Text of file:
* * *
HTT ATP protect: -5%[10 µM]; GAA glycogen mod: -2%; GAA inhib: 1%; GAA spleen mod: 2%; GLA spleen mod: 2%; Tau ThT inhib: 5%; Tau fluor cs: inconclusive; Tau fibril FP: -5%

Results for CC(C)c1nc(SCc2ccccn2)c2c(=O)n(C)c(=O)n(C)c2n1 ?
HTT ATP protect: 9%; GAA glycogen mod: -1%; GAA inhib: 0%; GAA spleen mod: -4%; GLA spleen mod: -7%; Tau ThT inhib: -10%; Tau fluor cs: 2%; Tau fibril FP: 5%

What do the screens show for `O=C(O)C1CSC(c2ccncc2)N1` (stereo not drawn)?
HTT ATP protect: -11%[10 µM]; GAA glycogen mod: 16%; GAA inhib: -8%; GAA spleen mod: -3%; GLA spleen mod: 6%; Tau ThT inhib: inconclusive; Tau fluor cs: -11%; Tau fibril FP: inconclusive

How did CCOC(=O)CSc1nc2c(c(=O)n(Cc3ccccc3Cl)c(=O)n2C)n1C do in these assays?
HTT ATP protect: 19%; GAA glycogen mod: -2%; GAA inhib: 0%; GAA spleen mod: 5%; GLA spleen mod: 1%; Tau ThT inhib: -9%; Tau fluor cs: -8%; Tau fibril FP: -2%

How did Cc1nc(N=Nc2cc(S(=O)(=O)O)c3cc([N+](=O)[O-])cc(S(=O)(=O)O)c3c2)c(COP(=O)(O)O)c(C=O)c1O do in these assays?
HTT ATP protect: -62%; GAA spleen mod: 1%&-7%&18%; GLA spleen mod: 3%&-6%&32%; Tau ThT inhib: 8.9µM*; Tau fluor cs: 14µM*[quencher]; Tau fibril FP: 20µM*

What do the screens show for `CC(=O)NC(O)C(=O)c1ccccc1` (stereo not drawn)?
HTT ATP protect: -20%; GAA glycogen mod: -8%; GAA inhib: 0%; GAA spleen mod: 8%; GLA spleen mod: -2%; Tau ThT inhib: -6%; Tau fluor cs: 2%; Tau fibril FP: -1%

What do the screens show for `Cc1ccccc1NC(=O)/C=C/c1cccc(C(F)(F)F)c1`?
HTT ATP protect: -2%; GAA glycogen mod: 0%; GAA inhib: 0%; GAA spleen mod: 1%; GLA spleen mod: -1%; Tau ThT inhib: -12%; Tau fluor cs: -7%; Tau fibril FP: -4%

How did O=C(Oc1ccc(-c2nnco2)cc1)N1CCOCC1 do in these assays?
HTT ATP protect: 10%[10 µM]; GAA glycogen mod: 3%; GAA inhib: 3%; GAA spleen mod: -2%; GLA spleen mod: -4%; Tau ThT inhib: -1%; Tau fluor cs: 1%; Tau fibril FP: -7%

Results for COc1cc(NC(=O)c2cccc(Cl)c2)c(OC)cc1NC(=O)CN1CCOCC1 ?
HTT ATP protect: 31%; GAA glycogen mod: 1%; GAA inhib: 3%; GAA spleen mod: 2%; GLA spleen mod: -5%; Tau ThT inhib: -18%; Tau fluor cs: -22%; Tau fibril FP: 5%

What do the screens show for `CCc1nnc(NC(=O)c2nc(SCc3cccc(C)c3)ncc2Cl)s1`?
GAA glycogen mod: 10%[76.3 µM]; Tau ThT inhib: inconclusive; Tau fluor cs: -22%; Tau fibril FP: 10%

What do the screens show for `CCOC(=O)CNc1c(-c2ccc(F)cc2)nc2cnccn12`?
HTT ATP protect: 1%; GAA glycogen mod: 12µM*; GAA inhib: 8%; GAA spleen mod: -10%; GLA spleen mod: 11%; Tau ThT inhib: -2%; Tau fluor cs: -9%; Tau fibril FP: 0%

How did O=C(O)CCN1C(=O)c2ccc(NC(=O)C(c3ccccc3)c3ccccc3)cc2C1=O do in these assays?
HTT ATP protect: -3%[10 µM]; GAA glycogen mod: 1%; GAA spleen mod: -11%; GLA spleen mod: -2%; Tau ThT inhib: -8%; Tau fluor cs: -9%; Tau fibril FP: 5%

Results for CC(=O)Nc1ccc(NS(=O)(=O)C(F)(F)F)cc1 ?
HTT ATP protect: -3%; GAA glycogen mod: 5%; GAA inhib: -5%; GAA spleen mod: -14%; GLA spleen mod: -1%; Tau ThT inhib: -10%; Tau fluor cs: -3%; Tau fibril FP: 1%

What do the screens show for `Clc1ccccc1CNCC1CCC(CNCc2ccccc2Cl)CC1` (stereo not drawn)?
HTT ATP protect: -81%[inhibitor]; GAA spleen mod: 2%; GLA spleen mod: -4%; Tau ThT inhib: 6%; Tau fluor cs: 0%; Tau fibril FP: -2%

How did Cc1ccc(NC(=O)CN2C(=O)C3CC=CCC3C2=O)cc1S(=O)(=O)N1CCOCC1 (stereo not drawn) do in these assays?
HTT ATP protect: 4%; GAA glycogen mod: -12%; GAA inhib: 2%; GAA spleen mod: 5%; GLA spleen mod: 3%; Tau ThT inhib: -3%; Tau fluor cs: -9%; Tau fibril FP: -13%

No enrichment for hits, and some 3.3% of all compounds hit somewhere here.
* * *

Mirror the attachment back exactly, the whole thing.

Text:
HTT ATP protect: -5%[10 µM]; GAA glycogen mod: -2%; GAA inhib: 1%; GAA spleen mod: 2%; GLA spleen mod: 2%; Tau ThT inhib: 5%; Tau fluor cs: inconclusive; Tau fibril FP: -5%

Results for CC(C)c1nc(SCc2ccccn2)c2c(=O)n(C)c(=O)n(C)c2n1 ?
HTT ATP protect: 9%; GAA glycogen mod: -1%; GAA inhib: 0%; GAA spleen mod: -4%; GLA spleen mod: -7%; Tau ThT inhib: -10%; Tau fluor cs: 2%; Tau fibril FP: 5%

What do the screens show for `O=C(O)C1CSC(c2ccncc2)N1` (stereo not drawn)?
HTT ATP protect: -11%[10 µM]; GAA glycogen mod: 16%; GAA inhib: -8%; GAA spleen mod: -3%; GLA spleen mod: 6%; Tau ThT inhib: inconclusive; Tau fluor cs: -11%; Tau fibril FP: inconclusive

How did CCOC(=O)CSc1nc2c(c(=O)n(Cc3ccccc3Cl)c(=O)n2C)n1C do in these assays?
HTT ATP protect: 19%; GAA glycogen mod: -2%; GAA inhib: 0%; GAA spleen mod: 5%; GLA spleen mod: 1%; Tau ThT inhib: -9%; Tau fluor cs: -8%; Tau fibril FP: -2%

How did Cc1nc(N=Nc2cc(S(=O)(=O)O)c3cc([N+](=O)[O-])cc(S(=O)(=O)O)c3c2)c(COP(=O)(O)O)c(C=O)c1O do in these assays?
HTT ATP protect: -62%; GAA spleen mod: 1%&-7%&18%; GLA spleen mod: 3%&-6%&32%; Tau ThT inhib: 8.9µM*; Tau fluor cs: 14µM*[quencher]; Tau fibril FP: 20µM*

What do the screens show for `CC(=O)NC(O)C(=O)c1ccccc1` (stereo not drawn)?
HTT ATP protect: -20%; GAA glycogen mod: -8%; GAA inhib: 0%; GAA spleen mod: 8%; GLA spleen mod: -2%; Tau ThT inhib: -6%; Tau fluor cs: 2%; Tau fibril FP: -1%

What do the screens show for `Cc1ccccc1NC(=O)/C=C/c1cccc(C(F)(F)F)c1`?
HTT ATP protect: -2%; GAA glycogen mod: 0%; GAA inhib: 0%; GAA spleen mod: 1%; GLA spleen mod: -1%; Tau ThT inhib: -12%; Tau fluor cs: -7%; Tau fibril FP: -4%

How did O=C(Oc1ccc(-c2nnco2)cc1)N1CCOCC1 do in these assays?
HTT ATP protect: 10%[10 µM]; GAA glycogen mod: 3%; GAA inhib: 3%; GAA spleen mod: -2%; GLA spleen mod: -4%; Tau ThT inhib: -1%; Tau fluor cs: 1%; Tau fibril FP: -7%

Results for COc1cc(NC(=O)c2cccc(Cl)c2)c(OC)cc1NC(=O)CN1CCOCC1 ?
HTT ATP protect: 31%; GAA glycogen mod: 1%; GAA inhib: 3%; GAA spleen mod: 2%; GLA spleen mod: -5%; Tau ThT inhib: -18%; Tau fluor cs: -22%; Tau fibril FP: 5%

What do the screens show for `CCc1nnc(NC(=O)c2nc(SCc3cccc(C)c3)ncc2Cl)s1`?
GAA glycogen mod: 10%[76.3 µM]; Tau ThT inhib: inconclusive; Tau fluor cs: -22%; Tau fibril FP: 10%

What do the screens show for `CCOC(=O)CNc1c(-c2ccc(F)cc2)nc2cnccn12`?
HTT ATP protect: 1%; GAA glycogen mod: 12µM*; GAA inhib: 8%; GAA spleen mod: -10%; GLA spleen mod: 11%; Tau ThT inhib: -2%; Tau fluor cs: -9%; Tau fibril FP: 0%

How did O=C(O)CCN1C(=O)c2ccc(NC(=O)C(c3ccccc3)c3ccccc3)cc2C1=O do in these assays?
HTT ATP protect: -3%[10 µM]; GAA glycogen mod: 1%; GAA spleen mod: -11%; GLA spleen mod: -2%; Tau ThT inhib: -8%; Tau fluor cs: -9%; Tau fibril FP: 5%

Results for CC(=O)Nc1ccc(NS(=O)(=O)C(F)(F)F)cc1 ?
HTT ATP protect: -3%; GAA glycogen mod: 5%; GAA inhib: -5%; GAA spleen mod: -14%; GLA spleen mod: -1%; Tau ThT inhib: -10%; Tau fluor cs: -3%; Tau fibril FP: 1%

What do the screens show for `Clc1ccccc1CNCC1CCC(CNCc2ccccc2Cl)CC1` (stereo not drawn)?
HTT ATP protect: -81%[inhibitor]; GAA spleen mod: 2%; GLA spleen mod: -4%; Tau ThT inhib: 6%; Tau fluor cs: 0%; Tau fibril FP: -2%

How did Cc1ccc(NC(=O)CN2C(=O)C3CC=CCC3C2=O)cc1S(=O)(=O)N1CCOCC1 (stereo not drawn) do in these assays?
HTT ATP protect: 4%; GAA glycogen mod: -12%; GAA inhib: 2%; GAA spleen mod: 5%; GLA spleen mod: 3%; Tau ThT inhib: -3%; Tau fluor cs: -9%; Tau fibril FP: -13%

No enrichment for hits, and some 3.3% of all compounds hit somewhere here.